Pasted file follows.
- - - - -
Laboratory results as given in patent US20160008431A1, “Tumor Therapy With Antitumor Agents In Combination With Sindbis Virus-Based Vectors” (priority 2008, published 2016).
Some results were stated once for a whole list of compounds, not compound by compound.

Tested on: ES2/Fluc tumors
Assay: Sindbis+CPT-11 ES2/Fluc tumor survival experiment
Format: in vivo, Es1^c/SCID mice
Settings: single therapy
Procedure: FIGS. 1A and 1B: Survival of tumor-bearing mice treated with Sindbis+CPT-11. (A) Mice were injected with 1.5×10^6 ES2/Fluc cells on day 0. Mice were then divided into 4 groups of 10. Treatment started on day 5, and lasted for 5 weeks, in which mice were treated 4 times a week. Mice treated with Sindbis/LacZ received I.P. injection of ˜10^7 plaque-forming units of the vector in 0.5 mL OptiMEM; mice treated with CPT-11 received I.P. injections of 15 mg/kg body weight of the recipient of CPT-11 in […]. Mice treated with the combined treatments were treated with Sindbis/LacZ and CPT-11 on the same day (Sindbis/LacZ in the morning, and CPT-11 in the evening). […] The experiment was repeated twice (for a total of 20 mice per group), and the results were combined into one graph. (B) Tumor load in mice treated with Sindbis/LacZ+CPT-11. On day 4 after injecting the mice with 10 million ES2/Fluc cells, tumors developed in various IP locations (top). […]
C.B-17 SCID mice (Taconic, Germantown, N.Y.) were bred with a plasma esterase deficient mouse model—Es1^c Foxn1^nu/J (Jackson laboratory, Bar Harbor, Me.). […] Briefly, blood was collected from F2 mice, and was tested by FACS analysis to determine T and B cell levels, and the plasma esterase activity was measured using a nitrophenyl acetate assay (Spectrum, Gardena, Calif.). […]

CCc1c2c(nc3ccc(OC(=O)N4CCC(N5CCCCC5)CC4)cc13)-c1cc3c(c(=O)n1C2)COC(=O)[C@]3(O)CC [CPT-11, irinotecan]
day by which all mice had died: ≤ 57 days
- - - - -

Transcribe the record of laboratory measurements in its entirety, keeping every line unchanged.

Laboratory results as given in patent US20160008431A1, “Tumor Therapy With Antitumor Agents In Combination With Sindbis Virus-Based Vectors” (priority 2008, published 2016).
Some results were stated once for a whole list of compounds, not compound by compound.

Tested on: ES2/Fluc tumors
Assay: Sindbis+CPT-11 ES2/Fluc tumor survival experiment
Format: in vivo, Es1^c/SCID mice
Settings: single therapy
Procedure: FIGS. 1A and 1B: Survival of tumor-bearing mice treated with Sindbis+CPT-11. (A) Mice were injected with 1.5×10^6 ES2/Fluc cells on day 0. Mice were then divided into 4 groups of 10. Treatment started on day 5, and lasted for 5 weeks, in which mice were treated 4 times a week. Mice treated with Sindbis/LacZ received I.P. injection of ˜10^7 plaque-forming units of the vector in 0.5 mL OptiMEM; mice treated with CPT-11 received I.P. injections of 15 mg/kg body weight of the recipient of CPT-11 in […]. Mice treated with the combined treatments were treated with Sindbis/LacZ and CPT-11 on the same day (Sindbis/LacZ in the morning, and CPT-11 in the evening). […] The experiment was repeated twice (for a total of 20 mice per group), and the results were combined into one graph. (B) Tumor load in mice treated with Sindbis/LacZ+CPT-11. On day 4 after injecting the mice with 10 million ES2/Fluc cells, tumors developed in various IP locations (top). […]
C.B-17 SCID mice (Taconic, Germantown, N.Y.) were bred with a plasma esterase deficient mouse model—Es1^c Foxn1^nu/J (Jackson laboratory, Bar Harbor, Me.). […] Briefly, blood was collected from F2 mice, and was tested by FACS analysis to determine T and B cell levels, and the plasma esterase activity was measured using a nitrophenyl acetate assay (Spectrum, Gardena, Calif.). […]

CCc1c2c(nc3ccc(OC(=O)N4CCC(N5CCCCC5)CC4)cc13)-c1cc3c(c(=O)n1C2)COC(=O)[C@]3(O)CC [CPT-11, irinotecan]
day by which all mice had died: ≤ 57 days